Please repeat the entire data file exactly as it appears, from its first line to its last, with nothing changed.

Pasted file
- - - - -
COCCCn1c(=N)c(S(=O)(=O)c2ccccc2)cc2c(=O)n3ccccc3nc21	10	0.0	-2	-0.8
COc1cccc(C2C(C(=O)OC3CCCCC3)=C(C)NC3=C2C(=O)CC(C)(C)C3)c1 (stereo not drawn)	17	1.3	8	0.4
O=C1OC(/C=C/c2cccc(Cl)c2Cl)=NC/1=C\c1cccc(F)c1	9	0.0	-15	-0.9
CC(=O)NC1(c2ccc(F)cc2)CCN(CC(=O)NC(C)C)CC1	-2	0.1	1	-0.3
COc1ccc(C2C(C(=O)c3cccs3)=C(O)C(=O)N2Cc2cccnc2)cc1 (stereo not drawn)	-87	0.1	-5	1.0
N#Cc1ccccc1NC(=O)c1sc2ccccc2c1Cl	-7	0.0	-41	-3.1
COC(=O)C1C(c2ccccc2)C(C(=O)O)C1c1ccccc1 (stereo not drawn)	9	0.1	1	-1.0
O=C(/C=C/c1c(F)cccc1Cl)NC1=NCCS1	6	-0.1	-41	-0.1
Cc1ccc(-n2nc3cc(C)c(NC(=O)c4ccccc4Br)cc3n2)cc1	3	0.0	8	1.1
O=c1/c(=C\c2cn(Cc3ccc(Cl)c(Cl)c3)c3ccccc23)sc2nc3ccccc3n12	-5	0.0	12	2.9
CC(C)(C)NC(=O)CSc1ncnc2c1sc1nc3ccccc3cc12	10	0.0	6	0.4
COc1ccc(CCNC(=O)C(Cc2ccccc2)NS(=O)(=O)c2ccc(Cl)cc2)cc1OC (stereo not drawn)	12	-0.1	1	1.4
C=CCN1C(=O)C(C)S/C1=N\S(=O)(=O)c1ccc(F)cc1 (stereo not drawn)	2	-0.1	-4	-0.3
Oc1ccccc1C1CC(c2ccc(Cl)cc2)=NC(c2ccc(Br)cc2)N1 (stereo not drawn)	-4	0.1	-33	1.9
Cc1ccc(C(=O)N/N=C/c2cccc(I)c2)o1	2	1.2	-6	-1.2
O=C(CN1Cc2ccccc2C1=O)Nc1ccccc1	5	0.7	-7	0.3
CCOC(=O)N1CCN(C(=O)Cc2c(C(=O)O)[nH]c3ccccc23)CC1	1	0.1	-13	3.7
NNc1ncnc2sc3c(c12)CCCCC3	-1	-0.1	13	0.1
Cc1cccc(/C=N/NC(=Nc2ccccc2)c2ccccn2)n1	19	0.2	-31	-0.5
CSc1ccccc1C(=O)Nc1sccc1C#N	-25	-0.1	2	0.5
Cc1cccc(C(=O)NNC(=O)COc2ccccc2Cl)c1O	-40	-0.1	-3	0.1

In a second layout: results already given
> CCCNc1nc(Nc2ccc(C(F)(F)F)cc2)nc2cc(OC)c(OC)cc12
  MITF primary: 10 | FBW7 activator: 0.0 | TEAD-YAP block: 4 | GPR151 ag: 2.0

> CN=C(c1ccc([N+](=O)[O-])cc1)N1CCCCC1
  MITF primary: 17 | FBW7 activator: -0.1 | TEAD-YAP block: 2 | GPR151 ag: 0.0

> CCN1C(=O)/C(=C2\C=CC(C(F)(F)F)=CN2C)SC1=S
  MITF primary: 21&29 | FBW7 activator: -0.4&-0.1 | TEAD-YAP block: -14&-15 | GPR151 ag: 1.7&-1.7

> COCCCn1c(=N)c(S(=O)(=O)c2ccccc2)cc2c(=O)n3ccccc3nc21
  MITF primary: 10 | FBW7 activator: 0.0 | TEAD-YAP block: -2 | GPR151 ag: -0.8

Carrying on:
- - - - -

COCCCn1c(=N)c(S(=O)(=O)c2ccccc2)cc2c(=O)n3ccccc3nc21	10	0.0	-2	-0.8
COc1cccc(C2C(C(=O)OC3CCCCC3)=C(C)NC3=C2C(=O)CC(C)(C)C3)c1 (stereo not drawn)	17	1.3	8	0.4
O=C1OC(/C=C/c2cccc(Cl)c2Cl)=NC/1=C\c1cccc(F)c1	9	0.0	-15	-0.9
CC(=O)NC1(c2ccc(F)cc2)CCN(CC(=O)NC(C)C)CC1	-2	0.1	1	-0.3
COc1ccc(C2C(C(=O)c3cccs3)=C(O)C(=O)N2Cc2cccnc2)cc1 (stereo not drawn)	-87	0.1	-5	1.0
N#Cc1ccccc1NC(=O)c1sc2ccccc2c1Cl	-7	0.0	-41	-3.1
COC(=O)C1C(c2ccccc2)C(C(=O)O)C1c1ccccc1 (stereo not drawn)	9	0.1	1	-1.0
O=C(/C=C/c1c(F)cccc1Cl)NC1=NCCS1	6	-0.1	-41	-0.1
Cc1ccc(-n2nc3cc(C)c(NC(=O)c4ccccc4Br)cc3n2)cc1	3	0.0	8	1.1
O=c1/c(=C\c2cn(Cc3ccc(Cl)c(Cl)c3)c3ccccc23)sc2nc3ccccc3n12	-5	0.0	12	2.9
CC(C)(C)NC(=O)CSc1ncnc2c1sc1nc3ccccc3cc12	10	0.0	6	0.4
COc1ccc(CCNC(=O)C(Cc2ccccc2)NS(=O)(=O)c2ccc(Cl)cc2)cc1OC (stereo not drawn)	12	-0.1	1	1.4
C=CCN1C(=O)C(C)S/C1=N\S(=O)(=O)c1ccc(F)cc1 (stereo not drawn)	2	-0.1	-4	-0.3
Oc1ccccc1C1CC(c2ccc(Cl)cc2)=NC(c2ccc(Br)cc2)N1 (stereo not drawn)	-4	0.1	-33	1.9
Cc1ccc(C(=O)N/N=C/c2cccc(I)c2)o1	2	1.2	-6	-1.2
O=C(CN1Cc2ccccc2C1=O)Nc1ccccc1	5	0.7	-7	0.3
CCOC(=O)N1CCN(C(=O)Cc2c(C(=O)O)[nH]c3ccccc23)CC1	1	0.1	-13	3.7
NNc1ncnc2sc3c(c12)CCCCC3	-1	-0.1	13	0.1
Cc1cccc(/C=N/NC(=Nc2ccccc2)c2ccccn2)n1	19	0.2	-31	-0.5
CSc1ccccc1C(=O)Nc1sccc1C#N	-25	-0.1	2	0.5
Cc1cccc(C(=O)NNC(=O)COc2ccccc2Cl)c1O	-40	-0.1	-3	0.1

In a second layout: results already given
> CCCNc1nc(Nc2ccc(C(F)(F)F)cc2)nc2cc(OC)c(OC)cc12
  MITF primary: 10 | FBW7 activator: 0.0 | TEAD-YAP block: 4 | GPR151 ag: 2.0

> CN=C(c1ccc([N+](=O)[O-])cc1)N1CCCCC1
  MITF primary: 17 | FBW7 activator: -0.1 | TEAD-YAP block: 2 | GPR151 ag: 0.0

> CCN1C(=O)/C(=C2\C=CC(C(F)(F)F)=CN2C)SC1=S
  MITF primary: 21&29 | FBW7 activator: -0.4&-0.1 | TEAD-YAP block: -14&-15 | GPR151 ag: 1.7&-1.7

> COCCCn1c(=N)c(S(=O)(=O)c2ccccc2)cc2c(=O)n3ccccc3nc21
  MITF primary: 10 | FBW7 activator: 0.0 | TEAD-YAP block: -2 | GPR151 ag: -0.8

Carrying on: